USAGE = "!PeDetect"
downloaded = 0
#Using debugger functionality
imm = immlib.Debugger()
# pedram's urllib_hook
def urllib_hook (idx, slice, total):
    global downloaded
    downloaded += slice
    completed = int(float(downloaded) / float(total) * 100)
    if completed > 100:
        completed = 100
    imm.Log("   [+] Downloading new signatures ... %d%%" % completed)
# Downloader function
def get_it (url, file_name):
    global downloaded
    downloaded = 0
    u = urllib.urlretrieve(url, reporthook=urllib_hook)
    shutil.move(u[0], file_name)
# Calculate MD5Checksum for specific file
def md5checksum(fileName, excludeLine="", includeLine=""):
    m = hashlib.md5()
        fd = open(fileName,"rb")
    except IOError:
        imm.Log("Unable to open the file in readmode:", filename)
    content = fd.readlines()
    for eachLine in content:
        if excludeLine and eachLine.startswith(excludeLine):
    return m.hexdigest()
# Simple Usage Function
def usage(imm):
    imm.Log("!PeDetect -u (for updating signature ... )" )
# Auto-Update function
def update():
    # Using urlretrieve won't overwrite anything
        download = urllib.urlretrieve('')
    except Exception , problem:
        imm.Log ("Error : %s"% problem)
    # Computation MD5 cheksum for both existing and our current database
    AbyssDB = md5checksum(download[0])
    ExistDB = md5checksum('Data/Database.TXT')
    imm.Log(" [!] Checking for updates ..." , focus=1, highlight=1)
    imm.Log(" [*] Our  database checksum : %s "%AbyssDB)
    imm.Log(" [*] Your database checksum : %s "%ExistDB)
    if AbyssDB != ExistDB:
        imm.Log("[!] Some update founds updating ....")        
        # Removing existing one for be sure ...
        if os.path.exists('Data/Database.txt'):
        # Download latest database
            get_it("", "Data/Database.txt")
        except Exception,mgs:
            return " [-] Problem in downloading new database ..." % mgs
        imm.log("   [+] Update Comepelete !")
        imm.Log(" [!] You have our latest database ...")
# Main Fuction
def main(args):
    if args:
        if args[0].lower() == '-u':
            imm.Log("[-] Bad argumant use -u for update ...")
            return  "[-] Bad argumant use -u for update ..."
            # Getting loded exe path
            path = imm.getModule(imm.getDebuggedName()).getPath()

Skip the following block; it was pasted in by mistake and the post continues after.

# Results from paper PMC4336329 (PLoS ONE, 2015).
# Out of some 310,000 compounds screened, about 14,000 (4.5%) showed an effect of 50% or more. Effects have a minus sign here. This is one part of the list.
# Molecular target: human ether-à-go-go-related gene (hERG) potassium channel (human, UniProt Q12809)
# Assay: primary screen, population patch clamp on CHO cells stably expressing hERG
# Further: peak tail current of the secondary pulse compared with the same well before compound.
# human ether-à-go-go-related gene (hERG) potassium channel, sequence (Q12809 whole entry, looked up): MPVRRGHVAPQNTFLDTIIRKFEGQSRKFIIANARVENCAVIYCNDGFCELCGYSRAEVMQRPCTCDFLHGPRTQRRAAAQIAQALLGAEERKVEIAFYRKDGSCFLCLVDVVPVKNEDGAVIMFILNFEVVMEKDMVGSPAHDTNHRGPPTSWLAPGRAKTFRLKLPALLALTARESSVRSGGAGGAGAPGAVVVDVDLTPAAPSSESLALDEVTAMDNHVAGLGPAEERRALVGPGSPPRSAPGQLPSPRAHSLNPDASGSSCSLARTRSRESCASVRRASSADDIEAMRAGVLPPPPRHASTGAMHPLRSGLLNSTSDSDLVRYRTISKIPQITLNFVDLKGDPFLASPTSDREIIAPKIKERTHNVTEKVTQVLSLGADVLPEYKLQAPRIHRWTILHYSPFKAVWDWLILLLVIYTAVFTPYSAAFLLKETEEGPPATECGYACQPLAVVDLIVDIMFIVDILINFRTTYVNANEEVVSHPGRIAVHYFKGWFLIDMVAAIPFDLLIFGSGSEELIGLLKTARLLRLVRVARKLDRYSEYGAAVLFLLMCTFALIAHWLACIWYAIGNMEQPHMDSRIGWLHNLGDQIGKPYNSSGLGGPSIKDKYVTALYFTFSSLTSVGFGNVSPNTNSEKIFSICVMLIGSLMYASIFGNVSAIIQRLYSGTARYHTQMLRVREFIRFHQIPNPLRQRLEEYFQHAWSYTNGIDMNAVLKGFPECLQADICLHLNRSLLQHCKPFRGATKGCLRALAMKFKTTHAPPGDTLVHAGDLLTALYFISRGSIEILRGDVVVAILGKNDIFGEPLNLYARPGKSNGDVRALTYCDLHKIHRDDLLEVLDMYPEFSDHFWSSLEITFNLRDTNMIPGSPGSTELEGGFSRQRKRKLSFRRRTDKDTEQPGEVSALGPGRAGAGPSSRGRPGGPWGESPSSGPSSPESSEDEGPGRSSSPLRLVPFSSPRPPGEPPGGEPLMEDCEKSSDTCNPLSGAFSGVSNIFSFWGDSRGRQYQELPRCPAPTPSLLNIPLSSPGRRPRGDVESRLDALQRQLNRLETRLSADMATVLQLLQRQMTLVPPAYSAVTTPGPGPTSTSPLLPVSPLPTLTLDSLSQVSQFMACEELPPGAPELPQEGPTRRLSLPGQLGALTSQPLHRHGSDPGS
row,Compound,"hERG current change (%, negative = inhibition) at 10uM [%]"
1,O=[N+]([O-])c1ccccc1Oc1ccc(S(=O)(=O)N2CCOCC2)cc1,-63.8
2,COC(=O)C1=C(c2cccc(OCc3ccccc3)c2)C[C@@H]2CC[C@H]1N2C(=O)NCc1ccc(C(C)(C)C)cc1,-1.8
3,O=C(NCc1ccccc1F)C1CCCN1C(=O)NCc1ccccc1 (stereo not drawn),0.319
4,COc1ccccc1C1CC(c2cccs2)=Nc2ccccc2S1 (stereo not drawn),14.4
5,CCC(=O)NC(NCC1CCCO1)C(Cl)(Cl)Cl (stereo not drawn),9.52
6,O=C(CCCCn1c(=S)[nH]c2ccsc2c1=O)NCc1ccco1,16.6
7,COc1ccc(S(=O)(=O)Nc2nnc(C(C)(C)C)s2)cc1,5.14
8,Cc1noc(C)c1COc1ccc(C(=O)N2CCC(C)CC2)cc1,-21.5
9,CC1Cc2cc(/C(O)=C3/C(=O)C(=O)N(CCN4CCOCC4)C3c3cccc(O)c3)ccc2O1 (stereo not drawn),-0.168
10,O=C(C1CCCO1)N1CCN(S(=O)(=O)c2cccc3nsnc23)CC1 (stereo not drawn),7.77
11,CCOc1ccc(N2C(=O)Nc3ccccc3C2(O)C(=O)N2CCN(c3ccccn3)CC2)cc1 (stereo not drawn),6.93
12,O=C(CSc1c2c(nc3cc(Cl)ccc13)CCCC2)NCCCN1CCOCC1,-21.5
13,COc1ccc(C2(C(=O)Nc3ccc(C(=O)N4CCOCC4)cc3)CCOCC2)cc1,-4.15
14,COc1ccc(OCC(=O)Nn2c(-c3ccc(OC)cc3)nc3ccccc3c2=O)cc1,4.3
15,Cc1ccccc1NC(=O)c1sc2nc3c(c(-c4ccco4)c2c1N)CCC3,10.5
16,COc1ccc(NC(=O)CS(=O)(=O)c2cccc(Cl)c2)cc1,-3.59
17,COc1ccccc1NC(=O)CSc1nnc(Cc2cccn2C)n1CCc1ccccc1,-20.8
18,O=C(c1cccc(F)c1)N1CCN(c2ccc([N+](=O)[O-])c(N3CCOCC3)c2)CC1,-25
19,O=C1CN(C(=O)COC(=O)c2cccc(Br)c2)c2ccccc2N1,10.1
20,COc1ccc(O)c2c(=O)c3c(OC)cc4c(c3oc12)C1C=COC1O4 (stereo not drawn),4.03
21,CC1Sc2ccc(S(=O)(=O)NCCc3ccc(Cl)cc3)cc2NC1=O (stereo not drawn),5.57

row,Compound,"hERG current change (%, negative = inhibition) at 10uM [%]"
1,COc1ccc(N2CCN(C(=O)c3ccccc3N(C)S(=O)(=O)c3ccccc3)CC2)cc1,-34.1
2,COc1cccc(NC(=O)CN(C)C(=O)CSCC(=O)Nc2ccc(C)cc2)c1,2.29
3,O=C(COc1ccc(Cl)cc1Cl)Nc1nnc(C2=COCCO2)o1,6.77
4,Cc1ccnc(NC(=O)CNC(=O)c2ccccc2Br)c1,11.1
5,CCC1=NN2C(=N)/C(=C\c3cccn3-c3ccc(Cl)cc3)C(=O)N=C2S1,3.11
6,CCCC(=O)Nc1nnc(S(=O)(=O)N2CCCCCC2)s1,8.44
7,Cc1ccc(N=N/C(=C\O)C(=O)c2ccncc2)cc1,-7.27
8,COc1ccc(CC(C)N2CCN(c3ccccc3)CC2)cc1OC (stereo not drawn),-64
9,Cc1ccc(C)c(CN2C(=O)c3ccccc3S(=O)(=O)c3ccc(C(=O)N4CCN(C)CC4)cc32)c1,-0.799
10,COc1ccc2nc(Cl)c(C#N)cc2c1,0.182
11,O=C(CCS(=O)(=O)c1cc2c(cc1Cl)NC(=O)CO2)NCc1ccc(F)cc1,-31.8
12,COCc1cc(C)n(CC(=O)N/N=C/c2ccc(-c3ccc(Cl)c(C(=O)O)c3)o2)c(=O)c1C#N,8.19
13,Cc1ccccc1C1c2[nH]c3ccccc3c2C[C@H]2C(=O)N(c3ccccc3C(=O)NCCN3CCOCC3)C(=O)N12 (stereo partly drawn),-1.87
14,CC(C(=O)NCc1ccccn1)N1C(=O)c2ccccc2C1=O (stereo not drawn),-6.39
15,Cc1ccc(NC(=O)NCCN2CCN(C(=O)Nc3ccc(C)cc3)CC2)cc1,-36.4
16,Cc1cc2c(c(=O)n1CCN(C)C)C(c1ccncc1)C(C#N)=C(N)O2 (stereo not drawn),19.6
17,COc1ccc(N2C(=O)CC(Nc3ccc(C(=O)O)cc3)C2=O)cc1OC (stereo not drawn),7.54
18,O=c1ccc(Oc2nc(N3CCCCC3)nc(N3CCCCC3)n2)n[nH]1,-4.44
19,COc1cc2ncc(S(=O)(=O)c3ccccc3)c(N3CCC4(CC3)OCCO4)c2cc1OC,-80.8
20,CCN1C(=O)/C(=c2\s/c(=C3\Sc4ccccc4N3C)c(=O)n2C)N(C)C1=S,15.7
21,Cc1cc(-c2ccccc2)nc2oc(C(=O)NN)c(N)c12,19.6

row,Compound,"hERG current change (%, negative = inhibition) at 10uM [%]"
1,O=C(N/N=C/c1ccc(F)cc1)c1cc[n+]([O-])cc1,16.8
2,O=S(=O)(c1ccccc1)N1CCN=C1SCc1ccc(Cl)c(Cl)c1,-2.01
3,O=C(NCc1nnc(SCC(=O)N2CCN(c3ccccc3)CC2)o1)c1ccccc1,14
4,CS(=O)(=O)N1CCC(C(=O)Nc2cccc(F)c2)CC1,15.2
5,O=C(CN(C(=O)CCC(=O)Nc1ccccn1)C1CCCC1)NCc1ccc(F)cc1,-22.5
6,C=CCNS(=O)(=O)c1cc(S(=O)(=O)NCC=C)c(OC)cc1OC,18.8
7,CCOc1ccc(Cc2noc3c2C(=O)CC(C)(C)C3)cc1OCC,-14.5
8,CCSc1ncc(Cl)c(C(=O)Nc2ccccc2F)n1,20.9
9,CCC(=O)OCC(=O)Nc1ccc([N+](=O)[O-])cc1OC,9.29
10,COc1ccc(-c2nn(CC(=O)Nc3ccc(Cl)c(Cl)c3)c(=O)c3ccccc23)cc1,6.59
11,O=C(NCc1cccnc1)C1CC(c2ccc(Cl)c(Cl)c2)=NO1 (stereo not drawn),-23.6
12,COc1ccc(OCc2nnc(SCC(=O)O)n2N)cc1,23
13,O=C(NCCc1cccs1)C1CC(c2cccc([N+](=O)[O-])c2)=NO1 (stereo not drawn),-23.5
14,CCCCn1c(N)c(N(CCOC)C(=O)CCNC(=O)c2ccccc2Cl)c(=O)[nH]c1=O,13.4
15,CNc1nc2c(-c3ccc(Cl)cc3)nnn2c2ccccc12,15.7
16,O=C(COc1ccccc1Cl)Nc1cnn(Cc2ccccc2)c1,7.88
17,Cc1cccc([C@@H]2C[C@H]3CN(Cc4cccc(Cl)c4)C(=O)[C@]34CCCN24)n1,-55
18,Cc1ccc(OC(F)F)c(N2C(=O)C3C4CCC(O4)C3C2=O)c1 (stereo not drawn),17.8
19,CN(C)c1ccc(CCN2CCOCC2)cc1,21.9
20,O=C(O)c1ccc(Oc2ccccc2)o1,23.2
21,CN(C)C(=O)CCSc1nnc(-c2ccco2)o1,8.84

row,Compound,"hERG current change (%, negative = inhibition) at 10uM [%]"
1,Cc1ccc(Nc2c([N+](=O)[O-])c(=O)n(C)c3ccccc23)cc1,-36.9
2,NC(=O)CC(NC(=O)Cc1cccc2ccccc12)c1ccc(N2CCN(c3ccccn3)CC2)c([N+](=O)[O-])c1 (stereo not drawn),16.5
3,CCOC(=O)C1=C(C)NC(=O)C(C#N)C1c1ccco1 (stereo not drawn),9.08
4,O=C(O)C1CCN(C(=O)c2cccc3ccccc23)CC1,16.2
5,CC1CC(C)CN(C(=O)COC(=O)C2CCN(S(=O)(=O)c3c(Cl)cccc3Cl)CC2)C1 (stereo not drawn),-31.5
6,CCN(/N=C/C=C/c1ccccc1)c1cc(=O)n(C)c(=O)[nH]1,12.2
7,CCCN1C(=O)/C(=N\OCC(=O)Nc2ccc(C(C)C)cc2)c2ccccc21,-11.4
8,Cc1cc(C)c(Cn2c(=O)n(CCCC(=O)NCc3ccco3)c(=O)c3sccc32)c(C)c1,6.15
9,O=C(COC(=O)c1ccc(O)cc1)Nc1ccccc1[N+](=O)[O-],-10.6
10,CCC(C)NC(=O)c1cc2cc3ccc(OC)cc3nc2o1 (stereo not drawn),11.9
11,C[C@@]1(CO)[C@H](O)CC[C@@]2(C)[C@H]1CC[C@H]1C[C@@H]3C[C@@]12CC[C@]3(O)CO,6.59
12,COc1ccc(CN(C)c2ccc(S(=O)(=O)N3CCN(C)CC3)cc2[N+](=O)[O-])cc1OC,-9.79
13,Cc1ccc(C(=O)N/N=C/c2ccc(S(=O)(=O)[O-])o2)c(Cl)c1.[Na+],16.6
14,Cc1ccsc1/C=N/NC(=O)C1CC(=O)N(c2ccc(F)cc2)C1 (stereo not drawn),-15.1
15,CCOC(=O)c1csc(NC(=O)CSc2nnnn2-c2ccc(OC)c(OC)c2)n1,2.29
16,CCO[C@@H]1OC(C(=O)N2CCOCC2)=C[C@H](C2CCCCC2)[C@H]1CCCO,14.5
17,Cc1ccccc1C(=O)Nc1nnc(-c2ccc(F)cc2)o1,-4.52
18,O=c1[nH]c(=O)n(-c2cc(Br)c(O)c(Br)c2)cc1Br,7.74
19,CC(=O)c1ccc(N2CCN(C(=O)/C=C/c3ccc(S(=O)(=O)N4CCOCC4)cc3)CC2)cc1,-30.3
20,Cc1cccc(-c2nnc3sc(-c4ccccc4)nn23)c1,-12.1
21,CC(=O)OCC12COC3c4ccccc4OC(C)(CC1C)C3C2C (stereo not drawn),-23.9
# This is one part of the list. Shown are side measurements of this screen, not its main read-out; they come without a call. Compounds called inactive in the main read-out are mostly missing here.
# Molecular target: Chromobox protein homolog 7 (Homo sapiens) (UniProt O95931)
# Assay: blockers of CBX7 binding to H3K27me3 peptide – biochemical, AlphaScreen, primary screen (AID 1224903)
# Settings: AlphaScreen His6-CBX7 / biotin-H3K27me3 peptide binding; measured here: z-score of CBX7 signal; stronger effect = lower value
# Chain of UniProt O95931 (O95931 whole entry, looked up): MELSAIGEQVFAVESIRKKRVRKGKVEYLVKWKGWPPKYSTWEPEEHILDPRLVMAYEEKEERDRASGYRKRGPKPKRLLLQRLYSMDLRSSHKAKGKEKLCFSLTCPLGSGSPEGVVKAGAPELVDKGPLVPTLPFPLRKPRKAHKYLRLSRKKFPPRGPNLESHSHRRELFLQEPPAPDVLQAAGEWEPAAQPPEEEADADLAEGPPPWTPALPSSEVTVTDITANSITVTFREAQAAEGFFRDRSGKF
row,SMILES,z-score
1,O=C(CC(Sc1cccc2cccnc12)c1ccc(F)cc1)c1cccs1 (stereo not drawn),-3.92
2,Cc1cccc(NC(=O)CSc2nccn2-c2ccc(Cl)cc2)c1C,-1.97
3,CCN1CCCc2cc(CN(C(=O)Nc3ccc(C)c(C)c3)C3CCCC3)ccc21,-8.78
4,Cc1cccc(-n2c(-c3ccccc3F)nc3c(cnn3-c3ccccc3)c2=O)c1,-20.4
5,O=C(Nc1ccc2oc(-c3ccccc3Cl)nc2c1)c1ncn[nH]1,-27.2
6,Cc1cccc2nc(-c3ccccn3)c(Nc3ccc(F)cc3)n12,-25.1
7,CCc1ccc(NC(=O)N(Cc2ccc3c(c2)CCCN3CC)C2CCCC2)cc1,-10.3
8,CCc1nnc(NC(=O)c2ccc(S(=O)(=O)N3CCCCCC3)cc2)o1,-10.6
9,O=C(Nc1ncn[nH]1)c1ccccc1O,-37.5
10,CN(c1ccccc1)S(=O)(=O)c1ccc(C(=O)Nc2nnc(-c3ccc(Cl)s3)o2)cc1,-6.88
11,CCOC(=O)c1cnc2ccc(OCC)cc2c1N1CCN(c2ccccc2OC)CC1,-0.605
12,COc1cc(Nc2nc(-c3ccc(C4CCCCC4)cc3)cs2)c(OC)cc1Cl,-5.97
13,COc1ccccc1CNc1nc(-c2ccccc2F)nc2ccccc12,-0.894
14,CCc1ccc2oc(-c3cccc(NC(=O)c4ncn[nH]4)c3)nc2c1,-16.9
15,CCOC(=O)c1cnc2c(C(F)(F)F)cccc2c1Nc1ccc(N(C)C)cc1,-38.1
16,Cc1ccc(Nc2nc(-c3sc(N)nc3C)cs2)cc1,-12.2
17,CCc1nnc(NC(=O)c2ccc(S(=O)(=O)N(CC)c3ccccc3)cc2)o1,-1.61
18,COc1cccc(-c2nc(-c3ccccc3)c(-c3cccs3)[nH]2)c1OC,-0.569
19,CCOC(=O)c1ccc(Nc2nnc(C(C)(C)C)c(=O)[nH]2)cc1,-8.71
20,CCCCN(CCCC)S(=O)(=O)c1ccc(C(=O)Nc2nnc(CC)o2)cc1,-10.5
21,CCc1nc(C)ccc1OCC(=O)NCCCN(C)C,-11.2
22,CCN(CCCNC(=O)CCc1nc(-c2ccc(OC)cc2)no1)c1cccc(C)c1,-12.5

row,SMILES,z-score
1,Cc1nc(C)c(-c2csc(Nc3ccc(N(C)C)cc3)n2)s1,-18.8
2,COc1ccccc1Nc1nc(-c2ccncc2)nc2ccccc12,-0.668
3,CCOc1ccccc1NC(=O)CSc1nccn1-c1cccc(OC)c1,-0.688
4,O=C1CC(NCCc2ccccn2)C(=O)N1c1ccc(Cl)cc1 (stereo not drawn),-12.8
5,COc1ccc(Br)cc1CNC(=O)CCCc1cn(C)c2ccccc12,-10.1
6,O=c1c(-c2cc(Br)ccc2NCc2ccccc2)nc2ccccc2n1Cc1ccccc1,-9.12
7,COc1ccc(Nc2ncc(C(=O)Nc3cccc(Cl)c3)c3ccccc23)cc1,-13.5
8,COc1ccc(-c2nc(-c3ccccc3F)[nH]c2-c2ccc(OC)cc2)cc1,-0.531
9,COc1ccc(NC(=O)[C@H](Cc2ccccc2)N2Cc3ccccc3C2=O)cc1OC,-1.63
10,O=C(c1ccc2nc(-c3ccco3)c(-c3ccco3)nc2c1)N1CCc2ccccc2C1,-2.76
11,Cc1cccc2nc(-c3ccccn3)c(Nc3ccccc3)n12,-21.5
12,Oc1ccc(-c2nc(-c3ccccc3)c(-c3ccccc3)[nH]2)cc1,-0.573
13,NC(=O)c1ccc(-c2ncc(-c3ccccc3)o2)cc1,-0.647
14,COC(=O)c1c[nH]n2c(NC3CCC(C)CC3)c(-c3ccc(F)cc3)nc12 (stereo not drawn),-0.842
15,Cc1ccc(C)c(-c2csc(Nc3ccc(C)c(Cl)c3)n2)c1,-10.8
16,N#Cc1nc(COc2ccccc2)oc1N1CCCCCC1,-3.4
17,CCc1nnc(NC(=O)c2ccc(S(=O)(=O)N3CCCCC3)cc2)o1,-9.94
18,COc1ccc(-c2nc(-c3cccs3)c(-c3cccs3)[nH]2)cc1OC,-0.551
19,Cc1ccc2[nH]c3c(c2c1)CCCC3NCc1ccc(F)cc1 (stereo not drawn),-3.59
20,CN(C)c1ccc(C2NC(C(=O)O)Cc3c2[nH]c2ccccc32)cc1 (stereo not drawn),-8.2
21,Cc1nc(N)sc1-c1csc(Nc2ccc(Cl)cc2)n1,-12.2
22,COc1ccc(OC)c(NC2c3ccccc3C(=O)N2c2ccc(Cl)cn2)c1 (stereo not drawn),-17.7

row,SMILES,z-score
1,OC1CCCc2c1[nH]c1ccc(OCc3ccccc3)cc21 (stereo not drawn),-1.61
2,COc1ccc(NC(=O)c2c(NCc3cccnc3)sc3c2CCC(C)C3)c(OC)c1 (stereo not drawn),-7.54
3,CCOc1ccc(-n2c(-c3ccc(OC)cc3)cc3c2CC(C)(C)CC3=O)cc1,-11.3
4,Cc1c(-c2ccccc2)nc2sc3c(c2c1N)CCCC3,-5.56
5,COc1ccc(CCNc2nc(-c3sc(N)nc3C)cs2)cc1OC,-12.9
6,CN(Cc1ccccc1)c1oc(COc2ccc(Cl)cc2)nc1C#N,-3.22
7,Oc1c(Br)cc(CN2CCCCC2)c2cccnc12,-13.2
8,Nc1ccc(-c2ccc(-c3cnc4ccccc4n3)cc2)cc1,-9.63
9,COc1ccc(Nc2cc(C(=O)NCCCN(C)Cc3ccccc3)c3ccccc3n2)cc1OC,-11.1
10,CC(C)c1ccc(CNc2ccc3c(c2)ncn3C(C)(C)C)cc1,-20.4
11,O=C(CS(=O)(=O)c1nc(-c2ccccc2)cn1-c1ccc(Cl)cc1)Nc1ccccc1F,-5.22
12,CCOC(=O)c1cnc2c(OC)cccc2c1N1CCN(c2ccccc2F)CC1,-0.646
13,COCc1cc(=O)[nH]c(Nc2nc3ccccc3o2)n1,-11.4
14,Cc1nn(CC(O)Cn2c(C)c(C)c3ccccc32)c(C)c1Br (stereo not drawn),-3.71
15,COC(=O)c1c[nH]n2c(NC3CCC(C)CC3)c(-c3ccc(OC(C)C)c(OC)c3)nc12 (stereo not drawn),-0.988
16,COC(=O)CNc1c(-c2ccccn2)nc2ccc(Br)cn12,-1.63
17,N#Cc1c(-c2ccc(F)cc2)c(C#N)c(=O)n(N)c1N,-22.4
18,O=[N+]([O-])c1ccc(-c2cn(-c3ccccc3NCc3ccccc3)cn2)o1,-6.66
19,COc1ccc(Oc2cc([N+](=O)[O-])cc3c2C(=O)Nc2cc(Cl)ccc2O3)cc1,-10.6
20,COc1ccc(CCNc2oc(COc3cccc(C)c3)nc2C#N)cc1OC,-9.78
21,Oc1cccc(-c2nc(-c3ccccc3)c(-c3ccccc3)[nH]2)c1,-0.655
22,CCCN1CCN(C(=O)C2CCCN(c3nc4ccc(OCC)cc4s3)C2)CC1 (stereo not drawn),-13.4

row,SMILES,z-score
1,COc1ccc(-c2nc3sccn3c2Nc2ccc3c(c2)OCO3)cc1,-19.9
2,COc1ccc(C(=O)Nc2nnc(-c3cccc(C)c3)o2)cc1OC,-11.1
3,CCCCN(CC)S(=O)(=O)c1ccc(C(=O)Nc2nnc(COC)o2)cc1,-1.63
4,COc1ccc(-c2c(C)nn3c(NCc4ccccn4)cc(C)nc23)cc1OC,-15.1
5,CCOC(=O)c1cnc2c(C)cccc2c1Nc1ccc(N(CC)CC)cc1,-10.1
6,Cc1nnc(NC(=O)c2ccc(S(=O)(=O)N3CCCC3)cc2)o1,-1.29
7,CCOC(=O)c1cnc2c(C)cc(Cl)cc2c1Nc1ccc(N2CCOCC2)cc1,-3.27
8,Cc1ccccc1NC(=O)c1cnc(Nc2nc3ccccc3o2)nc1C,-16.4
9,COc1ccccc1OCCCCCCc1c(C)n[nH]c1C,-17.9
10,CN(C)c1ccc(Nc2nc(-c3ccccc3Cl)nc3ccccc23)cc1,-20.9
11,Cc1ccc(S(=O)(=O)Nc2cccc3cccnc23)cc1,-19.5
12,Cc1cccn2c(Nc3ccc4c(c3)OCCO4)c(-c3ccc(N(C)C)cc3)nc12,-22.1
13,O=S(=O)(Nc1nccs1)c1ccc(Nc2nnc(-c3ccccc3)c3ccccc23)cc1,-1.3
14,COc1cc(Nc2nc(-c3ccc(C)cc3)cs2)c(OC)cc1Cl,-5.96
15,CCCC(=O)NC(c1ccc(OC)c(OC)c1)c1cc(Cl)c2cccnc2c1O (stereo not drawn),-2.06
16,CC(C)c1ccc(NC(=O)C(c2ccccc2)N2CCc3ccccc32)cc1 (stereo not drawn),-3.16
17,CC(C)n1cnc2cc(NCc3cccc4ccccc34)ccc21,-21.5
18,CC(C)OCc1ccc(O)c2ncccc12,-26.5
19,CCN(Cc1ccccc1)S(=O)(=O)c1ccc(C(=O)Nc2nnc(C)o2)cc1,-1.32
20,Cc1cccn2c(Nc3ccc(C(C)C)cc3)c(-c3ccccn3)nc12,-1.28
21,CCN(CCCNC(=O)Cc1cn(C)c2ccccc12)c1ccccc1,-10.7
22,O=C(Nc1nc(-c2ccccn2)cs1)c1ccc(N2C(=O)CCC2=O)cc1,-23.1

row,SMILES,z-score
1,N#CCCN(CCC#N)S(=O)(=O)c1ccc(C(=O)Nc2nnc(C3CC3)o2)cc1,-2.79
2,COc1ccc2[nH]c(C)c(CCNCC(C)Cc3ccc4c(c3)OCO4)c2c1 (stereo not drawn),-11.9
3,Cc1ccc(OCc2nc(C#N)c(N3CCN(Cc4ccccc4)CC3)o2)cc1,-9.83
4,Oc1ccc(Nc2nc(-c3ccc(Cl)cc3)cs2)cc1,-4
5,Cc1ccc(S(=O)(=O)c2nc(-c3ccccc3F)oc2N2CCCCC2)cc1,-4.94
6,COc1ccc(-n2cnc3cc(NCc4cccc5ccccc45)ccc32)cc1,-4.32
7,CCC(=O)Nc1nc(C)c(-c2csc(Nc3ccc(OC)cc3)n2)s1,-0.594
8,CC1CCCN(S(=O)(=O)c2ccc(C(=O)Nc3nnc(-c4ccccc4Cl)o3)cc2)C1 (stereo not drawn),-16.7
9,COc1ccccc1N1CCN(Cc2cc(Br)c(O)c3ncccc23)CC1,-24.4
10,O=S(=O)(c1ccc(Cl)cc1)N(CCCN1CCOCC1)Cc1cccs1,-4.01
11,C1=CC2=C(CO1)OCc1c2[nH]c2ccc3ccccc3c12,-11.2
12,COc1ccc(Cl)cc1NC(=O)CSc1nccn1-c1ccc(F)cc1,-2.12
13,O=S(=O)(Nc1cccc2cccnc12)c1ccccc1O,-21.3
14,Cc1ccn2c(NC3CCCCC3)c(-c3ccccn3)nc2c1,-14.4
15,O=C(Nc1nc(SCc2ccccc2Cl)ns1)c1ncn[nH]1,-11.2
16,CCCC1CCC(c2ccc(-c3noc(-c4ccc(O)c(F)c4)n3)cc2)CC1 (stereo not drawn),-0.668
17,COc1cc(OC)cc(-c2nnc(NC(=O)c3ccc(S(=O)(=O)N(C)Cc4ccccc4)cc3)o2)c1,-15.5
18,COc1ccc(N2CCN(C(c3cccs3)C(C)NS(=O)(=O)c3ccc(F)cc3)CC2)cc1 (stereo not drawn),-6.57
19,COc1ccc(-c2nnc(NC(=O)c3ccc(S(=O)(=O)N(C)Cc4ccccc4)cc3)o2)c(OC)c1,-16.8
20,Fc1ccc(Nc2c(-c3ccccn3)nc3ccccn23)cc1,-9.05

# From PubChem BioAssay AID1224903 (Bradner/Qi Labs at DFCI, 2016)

except Exception, msg:
            return "Error: %s" % msg
        # Debugged Name
        name = imm.getDebuggedName()
        # Loading loaded pe !
        pe = pefile.PE(path)
        # Loading signatures Database
        signatures = peutils.SignatureDatabase('Data/Database.TXT')
        # Mach the signature using scaning entry point only !
        matched = signatures.match(pe , ep_only=True)        
        imm.Log("===================  =======================")
        imm.Log("[*] PeDetect By Shahin Ramezany" , focus=1, highlight=2)
        imm.Log("[*] Total loaded  signatures : %d" % (signatures.signature_count_eponly_true + signatures.signature_count_eponly_false + signatures.signature_count_section_start))
        imm.Log("[*] Total ep_only signatures : %d" % signatures.signature_count_eponly_true)
        # Signature found or not found !
        if matched:
            imm.log("[*] Processing : %s " % name)
            imm.Log("[+] Signature Found  : %s "   % matched , focus=1, highlight=1)
            imm.log("[*] Processing   %s !" % name)
            imm.Log("   [-] Signatue Not Found !" , focus=1, highlight=1)
    # Checking for arguements !
        if not args:
        return "[+] See log window (Alt-L) for output / result ..."

for using this script you just need copy in you PyCommand directory in immunity debugger python then copy Database.TXT in DATA folder in immunity debugger. after this you just need run it from immunity debugger command bar using !PeDetect you can see the output of this script against some files…

figure 6 – output of PeDetect against not packed file

figure 7 – output against  packed file

also this have an argument !PeDetect -u for updating your signature to our latest database. notice that my script will use md5checksum so your changes meaning it won’t be same as my database and your database will be update automatically.

figure 8 – update command

PS : after i wrote this i saw another PyCommand named scanpe wrote by BoB at PeiD it’s really good and have PE scan option but have not update update so no more new signatures …

references :

  • Automatic Generation of String Signatures for Malware Detection
  • Signature Generation by korupt (
  • Team PEiD forums
  • Immunity Debugger online documentation
  • FSecure – reverse engineering slides
  • My time

download PeDetect (database + pycommand) from : (please read the ReadMe.txt for installation guide)

happy new years !


The Portable Executable (PE) format is a file format for executables, object code, and DLLs, used in 32-bit and 64-bit versions of Windows operating systems. The term “portable” refers to the format’s versatility in numerous environments of operating system software architecture.

Format string exploitation on windows


i know , i know i have a big absence about 2 month . but i,m back with a big update for you .

a step by step article about exploiting format string vulnerabilities on windows platform.

here is download link for this article :

feel free to send your questions to [email protected]|NoSpam

Good Luck and Have Fun !